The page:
The Vela Incident; why radioactive sheep matter.

For he who grew up tall and proud,
In the shadow of the mushroom cloud.
Convinced our voices can’t be heard,
We just wanna scream it louder and louder

Queen- Hammer to Fall.

Hi all just a quick blog between podcast episodes today. Before I jump into this topic I do feel I need to say the following – I know we have some younger readers who perhaps are too young to have experienced the existential dread some of us would have, around the threat of a nuclear holocaust. Yes, it is fair to say many of us have held our breath in recent years when a regional conflict between nuclear armed India and Pakistan looked like it could degrade into their fifth war with each other since 1947- and their first since they both acquired the bomb. Similarly, recent geo-political posturing from North Korea will have kept some awake at night, and no doubt, were you to wind the clock back to January 2003 – sixteen words from then US president George W Bush would have had some breaking out in a cold sweat, not least of all the public intellectual Christopher Hitchens – who pulled, for me, one of the saddest ‘heel turns’ I’ve personally witnessed – birthing Hitch the neocon.

“The British government has learned that Saddam Hussein recently sought significant quantities of uranium from Africa”


On the back of this claim the US coalition of the willing invaded Iraq, only to find they had not bought yellowcake uranium from Niger after all. Digression aside, there was a time when mutually assured destruction was as terrifying to the masses as anthropogenic global warming is- and should be I should add- in 2020. I don’t think we have as a whole the same dread of the mushroom cloud as we did a generation ago. Given the way the following tale plays out, it really is remarkable how small a wave the following tale caused.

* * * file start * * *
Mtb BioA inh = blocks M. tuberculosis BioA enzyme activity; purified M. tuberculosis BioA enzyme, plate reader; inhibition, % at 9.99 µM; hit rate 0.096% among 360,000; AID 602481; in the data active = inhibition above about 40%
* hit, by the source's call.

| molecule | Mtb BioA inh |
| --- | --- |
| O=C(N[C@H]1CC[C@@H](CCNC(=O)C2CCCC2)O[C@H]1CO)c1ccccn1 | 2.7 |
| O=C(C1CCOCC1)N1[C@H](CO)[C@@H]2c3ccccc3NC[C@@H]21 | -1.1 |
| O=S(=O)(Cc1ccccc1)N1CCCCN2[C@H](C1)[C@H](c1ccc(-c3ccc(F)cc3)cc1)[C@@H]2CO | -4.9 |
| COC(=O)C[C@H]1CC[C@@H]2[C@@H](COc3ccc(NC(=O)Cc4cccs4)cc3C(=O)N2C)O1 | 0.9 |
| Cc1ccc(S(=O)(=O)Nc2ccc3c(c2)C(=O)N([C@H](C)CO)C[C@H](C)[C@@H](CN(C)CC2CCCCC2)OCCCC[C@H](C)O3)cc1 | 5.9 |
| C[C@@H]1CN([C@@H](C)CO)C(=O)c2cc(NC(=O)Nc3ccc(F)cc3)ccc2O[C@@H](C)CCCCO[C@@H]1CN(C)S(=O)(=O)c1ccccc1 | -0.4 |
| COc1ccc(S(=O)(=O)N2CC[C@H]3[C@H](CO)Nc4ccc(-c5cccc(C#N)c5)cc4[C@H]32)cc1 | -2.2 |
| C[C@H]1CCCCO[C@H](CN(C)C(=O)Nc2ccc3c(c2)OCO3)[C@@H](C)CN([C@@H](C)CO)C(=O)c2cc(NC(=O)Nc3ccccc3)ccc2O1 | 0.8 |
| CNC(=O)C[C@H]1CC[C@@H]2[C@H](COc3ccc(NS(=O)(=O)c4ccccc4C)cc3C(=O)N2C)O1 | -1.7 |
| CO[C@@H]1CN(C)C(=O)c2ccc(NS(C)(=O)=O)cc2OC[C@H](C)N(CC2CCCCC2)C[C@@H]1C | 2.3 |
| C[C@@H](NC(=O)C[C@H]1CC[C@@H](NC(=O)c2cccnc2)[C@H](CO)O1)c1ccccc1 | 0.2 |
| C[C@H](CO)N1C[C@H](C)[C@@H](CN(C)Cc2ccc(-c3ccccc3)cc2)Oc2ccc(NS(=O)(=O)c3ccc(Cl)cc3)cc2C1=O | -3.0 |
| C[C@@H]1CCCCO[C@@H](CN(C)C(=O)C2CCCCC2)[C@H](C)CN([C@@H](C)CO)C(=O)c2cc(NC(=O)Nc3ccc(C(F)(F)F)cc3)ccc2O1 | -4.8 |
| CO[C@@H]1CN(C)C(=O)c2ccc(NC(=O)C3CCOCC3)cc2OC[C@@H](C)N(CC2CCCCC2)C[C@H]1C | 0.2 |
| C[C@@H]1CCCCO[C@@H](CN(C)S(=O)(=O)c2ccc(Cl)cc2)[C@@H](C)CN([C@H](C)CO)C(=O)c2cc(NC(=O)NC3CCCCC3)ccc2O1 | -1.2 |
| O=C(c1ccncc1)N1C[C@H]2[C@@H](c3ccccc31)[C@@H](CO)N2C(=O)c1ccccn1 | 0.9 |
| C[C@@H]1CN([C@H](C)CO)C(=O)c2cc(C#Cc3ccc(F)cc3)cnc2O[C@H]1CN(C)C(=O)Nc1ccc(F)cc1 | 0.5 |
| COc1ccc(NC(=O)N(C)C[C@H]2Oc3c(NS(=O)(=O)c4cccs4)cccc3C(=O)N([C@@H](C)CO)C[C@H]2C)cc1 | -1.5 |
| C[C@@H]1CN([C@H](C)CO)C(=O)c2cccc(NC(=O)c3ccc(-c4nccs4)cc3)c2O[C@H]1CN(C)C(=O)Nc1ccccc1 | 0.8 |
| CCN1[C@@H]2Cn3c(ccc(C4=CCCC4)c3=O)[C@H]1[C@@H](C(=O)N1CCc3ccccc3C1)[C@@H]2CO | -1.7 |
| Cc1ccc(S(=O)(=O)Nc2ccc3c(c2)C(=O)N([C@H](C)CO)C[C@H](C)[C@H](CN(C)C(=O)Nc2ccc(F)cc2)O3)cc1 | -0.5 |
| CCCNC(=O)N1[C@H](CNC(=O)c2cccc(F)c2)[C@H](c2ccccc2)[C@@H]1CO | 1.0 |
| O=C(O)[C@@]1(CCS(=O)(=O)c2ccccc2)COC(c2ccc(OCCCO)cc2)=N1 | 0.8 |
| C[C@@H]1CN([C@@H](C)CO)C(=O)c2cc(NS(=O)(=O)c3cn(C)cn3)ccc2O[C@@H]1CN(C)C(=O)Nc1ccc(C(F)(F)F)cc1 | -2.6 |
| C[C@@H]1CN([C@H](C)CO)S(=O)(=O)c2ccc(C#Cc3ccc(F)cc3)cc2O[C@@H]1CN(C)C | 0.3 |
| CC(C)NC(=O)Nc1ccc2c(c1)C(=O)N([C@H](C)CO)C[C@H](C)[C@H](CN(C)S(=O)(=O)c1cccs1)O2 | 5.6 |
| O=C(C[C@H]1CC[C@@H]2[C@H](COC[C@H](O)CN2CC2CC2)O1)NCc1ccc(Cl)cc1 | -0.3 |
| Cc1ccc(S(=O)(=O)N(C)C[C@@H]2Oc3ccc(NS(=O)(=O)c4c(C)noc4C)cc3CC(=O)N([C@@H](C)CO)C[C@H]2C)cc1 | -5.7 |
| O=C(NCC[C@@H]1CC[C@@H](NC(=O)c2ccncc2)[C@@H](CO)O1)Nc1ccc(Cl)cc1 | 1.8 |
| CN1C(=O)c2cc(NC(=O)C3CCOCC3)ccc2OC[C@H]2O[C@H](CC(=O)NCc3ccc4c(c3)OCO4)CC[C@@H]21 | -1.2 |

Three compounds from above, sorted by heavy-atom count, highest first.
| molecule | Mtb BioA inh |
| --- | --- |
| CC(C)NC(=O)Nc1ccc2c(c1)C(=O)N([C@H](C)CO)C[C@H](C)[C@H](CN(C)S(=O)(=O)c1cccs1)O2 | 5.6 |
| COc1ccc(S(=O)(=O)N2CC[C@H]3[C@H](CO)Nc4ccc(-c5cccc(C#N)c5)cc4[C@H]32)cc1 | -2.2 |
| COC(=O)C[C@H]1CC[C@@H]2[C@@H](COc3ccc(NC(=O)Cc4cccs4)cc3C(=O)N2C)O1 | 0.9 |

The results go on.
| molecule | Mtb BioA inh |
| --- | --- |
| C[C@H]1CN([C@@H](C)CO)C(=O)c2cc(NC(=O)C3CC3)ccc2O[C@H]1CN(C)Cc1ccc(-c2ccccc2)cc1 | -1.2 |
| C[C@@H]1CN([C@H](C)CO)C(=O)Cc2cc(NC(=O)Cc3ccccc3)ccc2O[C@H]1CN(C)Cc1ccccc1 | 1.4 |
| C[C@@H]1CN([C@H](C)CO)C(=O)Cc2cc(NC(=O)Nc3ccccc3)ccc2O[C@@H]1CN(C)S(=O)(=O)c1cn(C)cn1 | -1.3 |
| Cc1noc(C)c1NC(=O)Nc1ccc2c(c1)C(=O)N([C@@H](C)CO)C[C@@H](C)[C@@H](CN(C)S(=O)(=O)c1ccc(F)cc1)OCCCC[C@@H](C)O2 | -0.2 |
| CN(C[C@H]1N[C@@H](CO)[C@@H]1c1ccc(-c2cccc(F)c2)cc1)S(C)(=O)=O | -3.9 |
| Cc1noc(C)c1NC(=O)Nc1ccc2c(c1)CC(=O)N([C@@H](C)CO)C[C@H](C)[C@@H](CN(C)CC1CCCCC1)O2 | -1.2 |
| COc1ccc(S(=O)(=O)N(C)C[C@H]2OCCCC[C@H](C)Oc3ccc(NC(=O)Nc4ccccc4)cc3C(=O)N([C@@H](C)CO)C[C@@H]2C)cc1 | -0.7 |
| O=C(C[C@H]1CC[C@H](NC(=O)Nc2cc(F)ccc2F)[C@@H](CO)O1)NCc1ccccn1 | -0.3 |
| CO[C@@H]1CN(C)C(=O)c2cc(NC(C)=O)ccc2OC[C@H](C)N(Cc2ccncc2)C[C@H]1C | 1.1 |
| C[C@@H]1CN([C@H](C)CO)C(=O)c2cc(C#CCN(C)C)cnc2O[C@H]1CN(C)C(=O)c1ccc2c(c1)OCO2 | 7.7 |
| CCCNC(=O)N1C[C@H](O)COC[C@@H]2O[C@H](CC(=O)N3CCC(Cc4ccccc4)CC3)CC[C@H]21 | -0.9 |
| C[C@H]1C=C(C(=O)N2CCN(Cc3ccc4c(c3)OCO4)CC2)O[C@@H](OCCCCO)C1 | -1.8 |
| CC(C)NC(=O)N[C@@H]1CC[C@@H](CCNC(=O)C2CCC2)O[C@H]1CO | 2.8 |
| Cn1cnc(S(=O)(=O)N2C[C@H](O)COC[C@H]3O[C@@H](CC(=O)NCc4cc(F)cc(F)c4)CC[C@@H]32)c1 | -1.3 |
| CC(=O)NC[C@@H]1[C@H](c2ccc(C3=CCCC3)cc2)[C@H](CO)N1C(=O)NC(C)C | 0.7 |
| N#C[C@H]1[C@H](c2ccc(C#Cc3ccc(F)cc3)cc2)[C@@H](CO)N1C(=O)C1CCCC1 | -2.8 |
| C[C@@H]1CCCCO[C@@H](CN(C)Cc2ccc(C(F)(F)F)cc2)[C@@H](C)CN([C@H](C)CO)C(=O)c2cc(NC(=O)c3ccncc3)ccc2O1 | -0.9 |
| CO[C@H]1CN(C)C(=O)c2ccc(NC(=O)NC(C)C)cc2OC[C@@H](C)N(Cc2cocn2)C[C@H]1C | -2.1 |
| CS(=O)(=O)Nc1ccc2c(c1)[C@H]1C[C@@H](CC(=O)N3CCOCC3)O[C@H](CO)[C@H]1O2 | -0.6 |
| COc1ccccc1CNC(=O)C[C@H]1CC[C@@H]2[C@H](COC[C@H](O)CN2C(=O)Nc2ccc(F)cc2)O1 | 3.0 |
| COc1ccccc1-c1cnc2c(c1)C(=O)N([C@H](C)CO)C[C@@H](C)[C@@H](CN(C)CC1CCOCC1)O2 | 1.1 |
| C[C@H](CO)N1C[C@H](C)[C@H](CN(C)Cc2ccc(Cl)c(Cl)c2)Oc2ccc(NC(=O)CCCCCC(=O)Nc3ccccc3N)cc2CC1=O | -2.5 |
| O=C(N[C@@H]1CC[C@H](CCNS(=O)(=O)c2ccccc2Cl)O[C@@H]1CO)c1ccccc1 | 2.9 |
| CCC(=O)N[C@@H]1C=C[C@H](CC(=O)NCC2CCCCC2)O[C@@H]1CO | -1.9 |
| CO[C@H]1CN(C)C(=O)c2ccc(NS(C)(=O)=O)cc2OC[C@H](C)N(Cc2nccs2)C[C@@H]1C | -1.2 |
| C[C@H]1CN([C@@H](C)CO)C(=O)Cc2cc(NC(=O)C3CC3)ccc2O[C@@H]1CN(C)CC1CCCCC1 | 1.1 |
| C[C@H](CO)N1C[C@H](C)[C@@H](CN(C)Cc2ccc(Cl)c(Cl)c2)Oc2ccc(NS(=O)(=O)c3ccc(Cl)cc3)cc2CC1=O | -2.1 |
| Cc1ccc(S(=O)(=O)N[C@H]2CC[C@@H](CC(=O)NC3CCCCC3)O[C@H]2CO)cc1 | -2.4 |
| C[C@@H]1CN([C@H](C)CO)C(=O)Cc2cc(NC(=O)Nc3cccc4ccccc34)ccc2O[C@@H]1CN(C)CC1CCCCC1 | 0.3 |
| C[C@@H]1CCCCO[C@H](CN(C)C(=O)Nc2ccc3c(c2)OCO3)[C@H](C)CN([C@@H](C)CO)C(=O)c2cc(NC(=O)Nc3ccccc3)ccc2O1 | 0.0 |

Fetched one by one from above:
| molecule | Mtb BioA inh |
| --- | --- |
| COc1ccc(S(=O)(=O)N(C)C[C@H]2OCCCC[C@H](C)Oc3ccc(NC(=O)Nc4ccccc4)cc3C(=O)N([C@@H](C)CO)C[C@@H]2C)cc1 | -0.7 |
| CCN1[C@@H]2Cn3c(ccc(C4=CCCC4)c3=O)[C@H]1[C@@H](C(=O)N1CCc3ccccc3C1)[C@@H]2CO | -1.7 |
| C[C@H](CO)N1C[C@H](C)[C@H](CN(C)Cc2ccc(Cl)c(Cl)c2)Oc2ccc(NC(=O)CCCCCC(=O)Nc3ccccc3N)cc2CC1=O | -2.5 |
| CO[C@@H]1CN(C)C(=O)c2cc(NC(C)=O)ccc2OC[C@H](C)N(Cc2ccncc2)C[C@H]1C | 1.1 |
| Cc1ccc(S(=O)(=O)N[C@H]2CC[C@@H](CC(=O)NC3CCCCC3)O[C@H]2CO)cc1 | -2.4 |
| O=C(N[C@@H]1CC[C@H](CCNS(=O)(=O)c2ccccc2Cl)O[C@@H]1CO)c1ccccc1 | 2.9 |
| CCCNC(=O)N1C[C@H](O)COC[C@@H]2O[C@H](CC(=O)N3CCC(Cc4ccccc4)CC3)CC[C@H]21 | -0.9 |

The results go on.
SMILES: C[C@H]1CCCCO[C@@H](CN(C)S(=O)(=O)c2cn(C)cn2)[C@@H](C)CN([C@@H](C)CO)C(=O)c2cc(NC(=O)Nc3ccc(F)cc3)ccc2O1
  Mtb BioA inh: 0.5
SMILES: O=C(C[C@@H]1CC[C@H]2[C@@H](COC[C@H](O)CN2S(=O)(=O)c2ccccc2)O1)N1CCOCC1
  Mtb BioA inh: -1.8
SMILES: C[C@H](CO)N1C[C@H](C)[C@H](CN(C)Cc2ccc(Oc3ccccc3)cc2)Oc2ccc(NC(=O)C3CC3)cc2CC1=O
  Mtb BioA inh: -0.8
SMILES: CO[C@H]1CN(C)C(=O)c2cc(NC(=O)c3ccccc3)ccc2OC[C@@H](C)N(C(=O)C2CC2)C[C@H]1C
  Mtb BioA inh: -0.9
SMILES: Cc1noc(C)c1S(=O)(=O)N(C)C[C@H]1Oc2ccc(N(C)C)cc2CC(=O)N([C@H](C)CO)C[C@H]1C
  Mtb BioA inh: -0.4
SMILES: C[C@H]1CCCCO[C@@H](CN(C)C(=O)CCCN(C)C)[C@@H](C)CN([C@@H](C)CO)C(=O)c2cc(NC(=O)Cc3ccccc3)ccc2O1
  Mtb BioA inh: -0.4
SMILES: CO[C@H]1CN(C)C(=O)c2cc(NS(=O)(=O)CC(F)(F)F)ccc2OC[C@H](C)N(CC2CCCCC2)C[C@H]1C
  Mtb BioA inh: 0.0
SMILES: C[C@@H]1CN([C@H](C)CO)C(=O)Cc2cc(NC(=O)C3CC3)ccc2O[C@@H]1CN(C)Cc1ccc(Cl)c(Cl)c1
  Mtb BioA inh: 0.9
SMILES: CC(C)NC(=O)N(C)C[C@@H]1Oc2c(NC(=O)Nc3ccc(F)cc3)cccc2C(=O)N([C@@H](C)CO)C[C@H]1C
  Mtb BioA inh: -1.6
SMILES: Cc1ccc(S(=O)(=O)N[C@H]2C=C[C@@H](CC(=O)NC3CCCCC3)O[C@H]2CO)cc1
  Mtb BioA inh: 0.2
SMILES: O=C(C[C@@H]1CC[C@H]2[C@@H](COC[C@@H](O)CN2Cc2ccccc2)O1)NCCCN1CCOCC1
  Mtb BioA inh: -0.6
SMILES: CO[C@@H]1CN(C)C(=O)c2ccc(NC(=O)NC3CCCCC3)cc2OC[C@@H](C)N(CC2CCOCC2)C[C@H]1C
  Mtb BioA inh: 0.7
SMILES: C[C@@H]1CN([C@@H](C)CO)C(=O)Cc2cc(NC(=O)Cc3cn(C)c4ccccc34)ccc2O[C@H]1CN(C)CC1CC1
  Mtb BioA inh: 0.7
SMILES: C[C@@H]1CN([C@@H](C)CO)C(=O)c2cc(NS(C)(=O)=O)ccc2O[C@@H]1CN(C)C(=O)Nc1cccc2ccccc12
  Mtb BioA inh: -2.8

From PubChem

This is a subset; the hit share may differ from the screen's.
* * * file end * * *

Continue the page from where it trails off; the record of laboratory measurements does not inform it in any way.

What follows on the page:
OK, let’s discuss the Vela Incident.


Our tale this week takes place 3am Oslo time, 22nd September 1979. Our location, somewhere just off the coast of Bouvet Island – a windswept, icy, completely inhospitable and therefore, uninhabited sub-Antarctic island – belonging to the Norwegians of all people. I couldn’t tell you off the top of my head why Norway annexed Bouvet island in 1927, but I can tell you if you head due south from Oslo nearly as far as Antarctica you would be staring at the high, rocky cliffs of the island. Bouvet Island is officially the most remote place on Earth, close to 1,600 kilometres from the nearest trade routes, and slightly further than that to inhabited land – South Africa and Tristan De Cuhna to the North, Antarctica to the South. In short, apart from the occasional check in on Norwegian weather stations, it really was no-one’s business being out there. Right on the witching hour on the 22nd, while the good folk of Norway – and by implication almost everyone else in that line of longitude were asleep, a massive double flash was detected from the direction of the island.


Now the reason we know there was a flash is that in 1963 most of the world agreed to a partial nuclear test ban, which stopped signatories from testing nuclear bombs above ground, in space or underwater. You could, and a number of countries did, test them by digging a very deep hole in the ground then igniting. One of the ways in which this ban was to be enforced was to launch a series of satellites equipped to monitor for nuclear activity – which included looking for the unique – and I mean unique, nothing else observed in nature has a fingerprint just like it – double flash of an above ground nuclear explosion. In the wee small hours Vela satellite 6911 spotted the flash. It was not the only way in which the incident was detected however. At the Arecibo Observatory in Puerto Rico – nearly 10,500 kilometres to the Northeast a very fast moving ionospheric disturbance (think something akin to the plasma beam launched by the sun in a coronal mass ejection – see the article on the Carrington event. ) was detected. One of the US Navy’s SOSUS devices – a network of underwater sound recorders, picked up the heavy thud from the incident. The sound registered as far out as SOSUS devices off the coast of Prince Edward Island, Canada. For a time unusual levels of radiation, iodine 131, began to show up in the thyroids of Australian sheep – close to 10,000 kilometres to the east of the island. This all came out of the blue, and no-one was owning up to the incident. You might imagine this caused quite a panic among US intelligence – who deployed teams of intelligence officers and scientists to find out just what had happened. You might also be unsurprised to read the White House claimed the incident was a false reading, and classified most of the documents. We do however get a glimpse at what may have happened, via declassified documents available at former president Jimmy Carter’s presidential library- the president made notes, which have been declassified.